Growing up in the late 80s and 90s, I was at a point in history where personal and gaming technologies were becoming more common place, but not quite mainstream. Gaming was pretty much still a niche market back then, and gamers for the most part were still the odd groups of geeks and nerds. Like the cavemen who huddled around their smothering campfires, gamers were huddling figures who gathered around the odd PC or Nintendo systems, bathing in the warm glow of the (often mono-coloured) CRT screens.
Today’s gaming market however, is a completely different beast. With the advent of the internet, and brands like “PlayStation”, “Xbox Live” and “World of Warcraft”, gaming has become not only mainstream, but it has integrated itself so deeply into popular culture that it has become an integral part of the society. Gaming is now everywhere, with games on every corner, on every device – from apps on phones, to browser based games, to consoles, to MMOs and more. No stones have been left unturned, no market untapped (unless you count monkeys and donkeys – but I’m sure there are folks training them to play games even as you are reading this). We now have gamers from every walk of life, with young kids riding their sparkle ponies online, grandmas farming their farms on Facebook, and big brawny men doing yoga on their Wii Fits.
And, here lies the problem – the large diversity of games and gamers that exists today. The community no longer consists of a bunch of like-minded people, groups of nerdy adventurers banded together by destiny. Rather the market is now filled with multiple splinter cells of “gamers”, online but isolated, jumping from lobby to lobby, pwning their way towards endgame leaderboard uberness.
Parts of me rejoices at the state of games today – at the general acceptance of gaming, the extensive number of worlds to visit, and the incredible amount upcoming games that are always just on the horizon. Other parts of me however are skeptical, and are frowning disapprovingly. The market has become too saturated perhaps, with too many new games coming out too rapidly. Game hopping has become the norm, and majority of gamers are spending less and less time on each of their games. Indeed, even game developers and publishers have have adjusted the direction of their gaming designs accordingly, which, unfortunately further conditions our shortening attention spans.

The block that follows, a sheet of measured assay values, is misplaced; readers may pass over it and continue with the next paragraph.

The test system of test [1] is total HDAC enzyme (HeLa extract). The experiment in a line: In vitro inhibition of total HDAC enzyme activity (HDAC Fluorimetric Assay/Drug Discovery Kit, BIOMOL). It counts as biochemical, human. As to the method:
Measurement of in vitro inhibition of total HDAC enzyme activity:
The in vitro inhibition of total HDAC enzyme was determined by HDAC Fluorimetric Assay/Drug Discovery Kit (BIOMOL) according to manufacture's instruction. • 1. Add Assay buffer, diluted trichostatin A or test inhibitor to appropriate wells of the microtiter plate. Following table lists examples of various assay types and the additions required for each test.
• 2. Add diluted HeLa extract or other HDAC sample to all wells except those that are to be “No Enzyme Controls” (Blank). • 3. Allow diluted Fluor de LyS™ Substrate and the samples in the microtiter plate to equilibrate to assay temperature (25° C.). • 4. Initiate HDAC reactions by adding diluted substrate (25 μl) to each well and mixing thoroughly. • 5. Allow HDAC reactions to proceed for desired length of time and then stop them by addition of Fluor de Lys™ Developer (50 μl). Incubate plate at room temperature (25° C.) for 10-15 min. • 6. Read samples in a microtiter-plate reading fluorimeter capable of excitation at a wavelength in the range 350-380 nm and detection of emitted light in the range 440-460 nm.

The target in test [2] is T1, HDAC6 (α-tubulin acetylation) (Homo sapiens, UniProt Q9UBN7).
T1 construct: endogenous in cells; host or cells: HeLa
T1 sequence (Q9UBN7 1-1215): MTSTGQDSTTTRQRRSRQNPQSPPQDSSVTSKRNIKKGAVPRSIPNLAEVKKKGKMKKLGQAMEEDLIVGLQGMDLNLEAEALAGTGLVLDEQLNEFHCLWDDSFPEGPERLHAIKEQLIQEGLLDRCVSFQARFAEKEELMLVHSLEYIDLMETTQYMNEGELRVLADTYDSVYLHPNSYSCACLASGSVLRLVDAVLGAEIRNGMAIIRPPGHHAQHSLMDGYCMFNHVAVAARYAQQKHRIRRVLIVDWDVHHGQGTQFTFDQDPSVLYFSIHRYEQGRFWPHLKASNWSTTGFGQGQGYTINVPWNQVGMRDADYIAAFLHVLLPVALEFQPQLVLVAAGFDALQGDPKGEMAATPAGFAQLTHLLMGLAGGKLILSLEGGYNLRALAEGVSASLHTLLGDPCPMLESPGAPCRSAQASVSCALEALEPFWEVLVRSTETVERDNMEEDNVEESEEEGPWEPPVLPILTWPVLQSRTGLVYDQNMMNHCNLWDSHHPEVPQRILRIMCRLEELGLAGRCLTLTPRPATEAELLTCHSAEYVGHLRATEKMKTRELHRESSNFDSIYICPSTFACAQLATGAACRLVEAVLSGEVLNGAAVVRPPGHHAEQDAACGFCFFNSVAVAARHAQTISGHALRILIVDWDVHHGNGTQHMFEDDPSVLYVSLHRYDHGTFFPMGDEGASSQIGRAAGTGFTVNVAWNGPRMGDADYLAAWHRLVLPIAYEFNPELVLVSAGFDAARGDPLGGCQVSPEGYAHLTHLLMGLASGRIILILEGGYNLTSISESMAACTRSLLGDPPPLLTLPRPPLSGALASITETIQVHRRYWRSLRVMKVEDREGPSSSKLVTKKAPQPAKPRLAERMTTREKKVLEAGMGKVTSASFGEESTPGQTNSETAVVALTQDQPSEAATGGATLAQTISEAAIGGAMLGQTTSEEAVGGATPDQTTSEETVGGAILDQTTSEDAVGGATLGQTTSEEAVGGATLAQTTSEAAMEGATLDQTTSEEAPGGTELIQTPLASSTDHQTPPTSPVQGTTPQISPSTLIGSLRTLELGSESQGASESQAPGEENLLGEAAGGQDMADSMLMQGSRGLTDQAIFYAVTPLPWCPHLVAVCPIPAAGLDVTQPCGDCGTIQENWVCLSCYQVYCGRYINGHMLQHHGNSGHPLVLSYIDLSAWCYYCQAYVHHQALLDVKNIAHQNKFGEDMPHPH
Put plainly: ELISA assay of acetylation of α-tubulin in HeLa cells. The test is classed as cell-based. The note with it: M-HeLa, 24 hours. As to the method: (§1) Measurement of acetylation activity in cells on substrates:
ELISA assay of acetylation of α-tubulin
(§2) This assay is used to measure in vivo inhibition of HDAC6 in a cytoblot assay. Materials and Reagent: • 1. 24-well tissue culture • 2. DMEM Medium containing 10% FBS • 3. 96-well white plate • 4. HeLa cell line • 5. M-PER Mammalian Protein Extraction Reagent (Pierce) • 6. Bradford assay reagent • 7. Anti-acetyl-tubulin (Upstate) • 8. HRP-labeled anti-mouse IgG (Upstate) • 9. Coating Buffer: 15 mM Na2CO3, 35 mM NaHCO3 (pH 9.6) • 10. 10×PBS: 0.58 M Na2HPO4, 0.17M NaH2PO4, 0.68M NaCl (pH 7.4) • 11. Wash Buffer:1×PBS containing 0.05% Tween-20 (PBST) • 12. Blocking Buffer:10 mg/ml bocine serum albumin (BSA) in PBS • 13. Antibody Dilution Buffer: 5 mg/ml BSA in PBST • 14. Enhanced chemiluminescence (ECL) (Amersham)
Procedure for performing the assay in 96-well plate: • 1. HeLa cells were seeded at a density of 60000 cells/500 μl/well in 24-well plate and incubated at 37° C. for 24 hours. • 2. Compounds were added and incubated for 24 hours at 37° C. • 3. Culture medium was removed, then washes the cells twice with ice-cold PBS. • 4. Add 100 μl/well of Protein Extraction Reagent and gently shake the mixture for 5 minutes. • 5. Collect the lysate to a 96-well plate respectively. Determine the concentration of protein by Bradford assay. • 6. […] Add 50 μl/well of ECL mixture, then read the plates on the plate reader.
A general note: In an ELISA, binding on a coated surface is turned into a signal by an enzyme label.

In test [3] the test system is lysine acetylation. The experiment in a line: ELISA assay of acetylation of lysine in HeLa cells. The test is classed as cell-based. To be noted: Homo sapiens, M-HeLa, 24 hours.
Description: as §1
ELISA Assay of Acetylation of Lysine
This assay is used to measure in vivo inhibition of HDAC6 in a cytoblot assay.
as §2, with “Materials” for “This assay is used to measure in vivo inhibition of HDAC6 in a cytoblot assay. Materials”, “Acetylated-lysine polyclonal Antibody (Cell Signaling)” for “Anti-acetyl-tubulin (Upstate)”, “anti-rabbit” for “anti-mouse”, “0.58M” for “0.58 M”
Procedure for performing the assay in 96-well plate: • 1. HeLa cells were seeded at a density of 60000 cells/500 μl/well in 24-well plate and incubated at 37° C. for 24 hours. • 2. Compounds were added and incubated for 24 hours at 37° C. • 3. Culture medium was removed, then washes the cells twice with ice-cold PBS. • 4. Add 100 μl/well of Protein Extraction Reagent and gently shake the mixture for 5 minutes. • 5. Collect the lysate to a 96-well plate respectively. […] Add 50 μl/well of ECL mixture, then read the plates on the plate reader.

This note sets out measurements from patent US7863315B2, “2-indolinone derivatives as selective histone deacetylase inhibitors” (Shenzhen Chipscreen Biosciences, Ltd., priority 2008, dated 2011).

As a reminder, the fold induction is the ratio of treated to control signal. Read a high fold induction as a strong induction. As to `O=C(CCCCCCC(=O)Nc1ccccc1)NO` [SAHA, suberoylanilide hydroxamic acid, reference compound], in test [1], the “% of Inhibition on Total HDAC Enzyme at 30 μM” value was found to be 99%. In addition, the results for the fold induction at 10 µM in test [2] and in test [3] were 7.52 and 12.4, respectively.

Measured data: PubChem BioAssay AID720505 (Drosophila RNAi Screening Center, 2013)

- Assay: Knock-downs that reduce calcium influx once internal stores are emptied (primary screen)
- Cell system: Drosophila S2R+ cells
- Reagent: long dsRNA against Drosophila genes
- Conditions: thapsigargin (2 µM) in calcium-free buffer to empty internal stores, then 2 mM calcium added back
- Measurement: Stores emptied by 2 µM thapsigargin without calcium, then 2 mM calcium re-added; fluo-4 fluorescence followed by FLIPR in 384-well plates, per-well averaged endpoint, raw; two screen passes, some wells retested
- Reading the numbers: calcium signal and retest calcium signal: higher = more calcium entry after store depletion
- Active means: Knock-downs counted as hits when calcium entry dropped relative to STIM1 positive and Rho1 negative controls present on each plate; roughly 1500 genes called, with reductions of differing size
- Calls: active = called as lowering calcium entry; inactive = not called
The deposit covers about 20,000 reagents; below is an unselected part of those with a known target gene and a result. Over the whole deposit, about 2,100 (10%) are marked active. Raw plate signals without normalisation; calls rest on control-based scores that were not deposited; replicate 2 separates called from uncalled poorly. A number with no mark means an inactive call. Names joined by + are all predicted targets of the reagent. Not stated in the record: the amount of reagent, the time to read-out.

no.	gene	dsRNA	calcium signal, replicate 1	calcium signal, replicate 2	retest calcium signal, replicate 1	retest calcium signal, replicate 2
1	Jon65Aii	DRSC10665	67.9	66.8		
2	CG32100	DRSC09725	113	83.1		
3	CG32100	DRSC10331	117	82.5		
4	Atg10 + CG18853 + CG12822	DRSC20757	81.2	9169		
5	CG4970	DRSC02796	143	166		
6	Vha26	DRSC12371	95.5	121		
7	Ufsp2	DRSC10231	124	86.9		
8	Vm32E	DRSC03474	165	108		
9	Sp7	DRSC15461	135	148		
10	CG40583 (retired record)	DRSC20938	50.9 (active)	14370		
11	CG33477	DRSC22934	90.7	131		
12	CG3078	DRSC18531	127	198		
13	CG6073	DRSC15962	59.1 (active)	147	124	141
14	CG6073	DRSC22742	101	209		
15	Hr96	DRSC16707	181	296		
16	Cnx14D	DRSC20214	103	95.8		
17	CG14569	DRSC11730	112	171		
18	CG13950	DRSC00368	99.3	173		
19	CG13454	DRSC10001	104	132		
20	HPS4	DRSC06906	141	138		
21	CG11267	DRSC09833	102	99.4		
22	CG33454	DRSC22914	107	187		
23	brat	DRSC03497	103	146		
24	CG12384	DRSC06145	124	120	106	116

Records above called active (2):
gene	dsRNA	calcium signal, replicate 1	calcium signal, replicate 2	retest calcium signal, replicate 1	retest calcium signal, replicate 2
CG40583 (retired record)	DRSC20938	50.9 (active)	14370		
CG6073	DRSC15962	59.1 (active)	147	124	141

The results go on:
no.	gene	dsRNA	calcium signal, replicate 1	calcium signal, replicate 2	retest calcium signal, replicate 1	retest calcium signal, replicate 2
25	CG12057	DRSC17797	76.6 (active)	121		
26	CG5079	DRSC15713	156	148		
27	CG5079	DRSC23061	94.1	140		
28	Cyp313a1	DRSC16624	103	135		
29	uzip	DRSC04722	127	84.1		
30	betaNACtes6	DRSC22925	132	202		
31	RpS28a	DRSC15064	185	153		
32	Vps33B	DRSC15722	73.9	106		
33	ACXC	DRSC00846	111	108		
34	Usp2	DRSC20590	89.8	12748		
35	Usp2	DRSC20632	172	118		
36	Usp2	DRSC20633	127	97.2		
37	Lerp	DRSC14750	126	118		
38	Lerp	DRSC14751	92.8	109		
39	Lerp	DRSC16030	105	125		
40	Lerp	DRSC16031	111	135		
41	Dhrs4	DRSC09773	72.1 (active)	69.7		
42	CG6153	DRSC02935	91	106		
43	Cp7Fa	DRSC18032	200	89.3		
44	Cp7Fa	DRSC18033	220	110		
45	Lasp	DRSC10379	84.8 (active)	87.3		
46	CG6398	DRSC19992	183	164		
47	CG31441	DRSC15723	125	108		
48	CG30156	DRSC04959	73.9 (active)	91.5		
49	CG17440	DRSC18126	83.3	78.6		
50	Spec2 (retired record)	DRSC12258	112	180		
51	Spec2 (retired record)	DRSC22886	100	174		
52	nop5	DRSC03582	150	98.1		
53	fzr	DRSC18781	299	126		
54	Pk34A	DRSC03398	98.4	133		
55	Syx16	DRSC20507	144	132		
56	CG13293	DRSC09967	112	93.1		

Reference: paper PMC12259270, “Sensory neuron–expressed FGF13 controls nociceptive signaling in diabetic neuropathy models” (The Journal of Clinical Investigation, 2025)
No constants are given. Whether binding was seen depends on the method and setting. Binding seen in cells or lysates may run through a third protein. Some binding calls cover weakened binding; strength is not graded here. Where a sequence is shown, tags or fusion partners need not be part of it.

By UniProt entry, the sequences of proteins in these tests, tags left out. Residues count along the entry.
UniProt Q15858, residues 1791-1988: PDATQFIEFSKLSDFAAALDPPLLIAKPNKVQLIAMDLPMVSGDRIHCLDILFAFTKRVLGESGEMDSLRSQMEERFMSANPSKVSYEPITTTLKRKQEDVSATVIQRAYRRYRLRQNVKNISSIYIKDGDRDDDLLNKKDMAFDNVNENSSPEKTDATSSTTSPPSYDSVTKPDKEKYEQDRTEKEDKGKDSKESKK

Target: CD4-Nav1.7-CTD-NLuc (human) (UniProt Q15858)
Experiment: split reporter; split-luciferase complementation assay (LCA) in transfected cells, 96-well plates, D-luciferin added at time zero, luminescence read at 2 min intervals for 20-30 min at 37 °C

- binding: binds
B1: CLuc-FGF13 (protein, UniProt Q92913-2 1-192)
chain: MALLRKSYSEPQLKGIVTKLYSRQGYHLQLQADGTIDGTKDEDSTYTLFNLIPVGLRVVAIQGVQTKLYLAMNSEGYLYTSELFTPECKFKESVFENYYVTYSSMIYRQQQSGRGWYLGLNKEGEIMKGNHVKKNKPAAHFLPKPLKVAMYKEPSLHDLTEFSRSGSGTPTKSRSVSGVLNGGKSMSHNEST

In my opinion all these factors are having a negative impact on the health of our games and their gaming communities. A lot of games nowadays, even the well received ones, feels very much throwawayable. Modern “classics” are far and few in between, and are usually replaced by their sequels by the next Summer. The communities attached to these games fare no better. Playerbases of series are often fragmented by the sequels and the downloadable contents (and to a lesser degree server locations and console formats), while some games’ playerbases were never given a chance to thrive in the first place, with their players pulled away in multiple directions towards newer released games. This is particularly devastating to the MMO market, as many gamers don’t stay long enough for the games to settle in and thrive. It not only reduce the amount of resources available to the developers (and thus slowing down or in some cases stopping future development), but also reduces the active amount of players ingame. This make it a lot harder to socialise or find groups ingame, giving the games a very barren feel, which reduces the overall gaming experience dramatically, and often drives further players away.
Anyways I do miss the days in the past when games just seem more fun, more unique, more precious, more magical, more… sparkly. But, it is probably just me getting older and more jaded, and my memories more muddled. If I look back without the rose-tinted lense of time, who knows, all those magical fluffy unicorns from my past might turn out to be little more than troops of circus midgets dressed up in donkeysuits…